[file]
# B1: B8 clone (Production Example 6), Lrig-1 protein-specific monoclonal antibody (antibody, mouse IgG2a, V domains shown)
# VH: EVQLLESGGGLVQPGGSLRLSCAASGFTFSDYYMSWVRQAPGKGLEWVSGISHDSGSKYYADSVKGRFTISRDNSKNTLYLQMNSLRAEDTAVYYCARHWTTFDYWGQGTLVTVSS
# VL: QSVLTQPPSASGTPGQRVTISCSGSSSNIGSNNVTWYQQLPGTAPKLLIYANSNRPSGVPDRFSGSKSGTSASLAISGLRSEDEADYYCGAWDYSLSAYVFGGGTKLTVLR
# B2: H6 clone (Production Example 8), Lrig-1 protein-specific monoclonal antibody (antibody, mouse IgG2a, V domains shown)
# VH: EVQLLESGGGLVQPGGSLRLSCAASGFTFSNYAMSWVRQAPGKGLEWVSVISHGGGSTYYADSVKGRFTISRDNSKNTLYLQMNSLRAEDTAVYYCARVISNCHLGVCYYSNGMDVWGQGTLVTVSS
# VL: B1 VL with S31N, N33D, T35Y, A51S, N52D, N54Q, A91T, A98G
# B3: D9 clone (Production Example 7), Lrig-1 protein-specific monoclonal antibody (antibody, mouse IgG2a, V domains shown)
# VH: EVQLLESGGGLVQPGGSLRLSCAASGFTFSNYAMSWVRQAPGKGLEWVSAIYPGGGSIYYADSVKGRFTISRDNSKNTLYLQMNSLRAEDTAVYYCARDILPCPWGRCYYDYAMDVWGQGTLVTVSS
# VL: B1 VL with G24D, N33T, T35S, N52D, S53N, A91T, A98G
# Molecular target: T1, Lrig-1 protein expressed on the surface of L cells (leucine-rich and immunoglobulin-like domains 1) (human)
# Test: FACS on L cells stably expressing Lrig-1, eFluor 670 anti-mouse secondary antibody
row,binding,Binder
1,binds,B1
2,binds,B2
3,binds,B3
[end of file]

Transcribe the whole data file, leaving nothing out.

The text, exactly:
# B1: B8 clone (Production Example 6), Lrig-1 protein-specific monoclonal antibody (antibody, mouse IgG2a, V domains shown)
# VH: EVQLLESGGGLVQPGGSLRLSCAASGFTFSDYYMSWVRQAPGKGLEWVSGISHDSGSKYYADSVKGRFTISRDNSKNTLYLQMNSLRAEDTAVYYCARHWTTFDYWGQGTLVTVSS
# VL: QSVLTQPPSASGTPGQRVTISCSGSSSNIGSNNVTWYQQLPGTAPKLLIYANSNRPSGVPDRFSGSKSGTSASLAISGLRSEDEADYYCGAWDYSLSAYVFGGGTKLTVLR
# B2: H6 clone (Production Example 8), Lrig-1 protein-specific monoclonal antibody (antibody, mouse IgG2a, V domains shown)
# VH: EVQLLESGGGLVQPGGSLRLSCAASGFTFSNYAMSWVRQAPGKGLEWVSVISHGGGSTYYADSVKGRFTISRDNSKNTLYLQMNSLRAEDTAVYYCARVISNCHLGVCYYSNGMDVWGQGTLVTVSS
# VL: B1 VL with S31N, N33D, T35Y, A51S, N52D, N54Q, A91T, A98G
# B3: D9 clone (Production Example 7), Lrig-1 protein-specific monoclonal antibody (antibody, mouse IgG2a, V domains shown)
# VH: EVQLLESGGGLVQPGGSLRLSCAASGFTFSNYAMSWVRQAPGKGLEWVSAIYPGGGSIYYADSVKGRFTISRDNSKNTLYLQMNSLRAEDTAVYYCARDILPCPWGRCYYDYAMDVWGQGTLVTVSS
# VL: B1 VL with G24D, N33T, T35S, N52D, S53N, A91T, A98G
# Molecular target: T1, Lrig-1 protein expressed on the surface of L cells (leucine-rich and immunoglobulin-like domains 1) (human)
# Test: FACS on L cells stably expressing Lrig-1, eFluor 670 anti-mouse secondary antibody
row,binding,Binder
1,binds,B1
2,binds,B2
3,binds,B3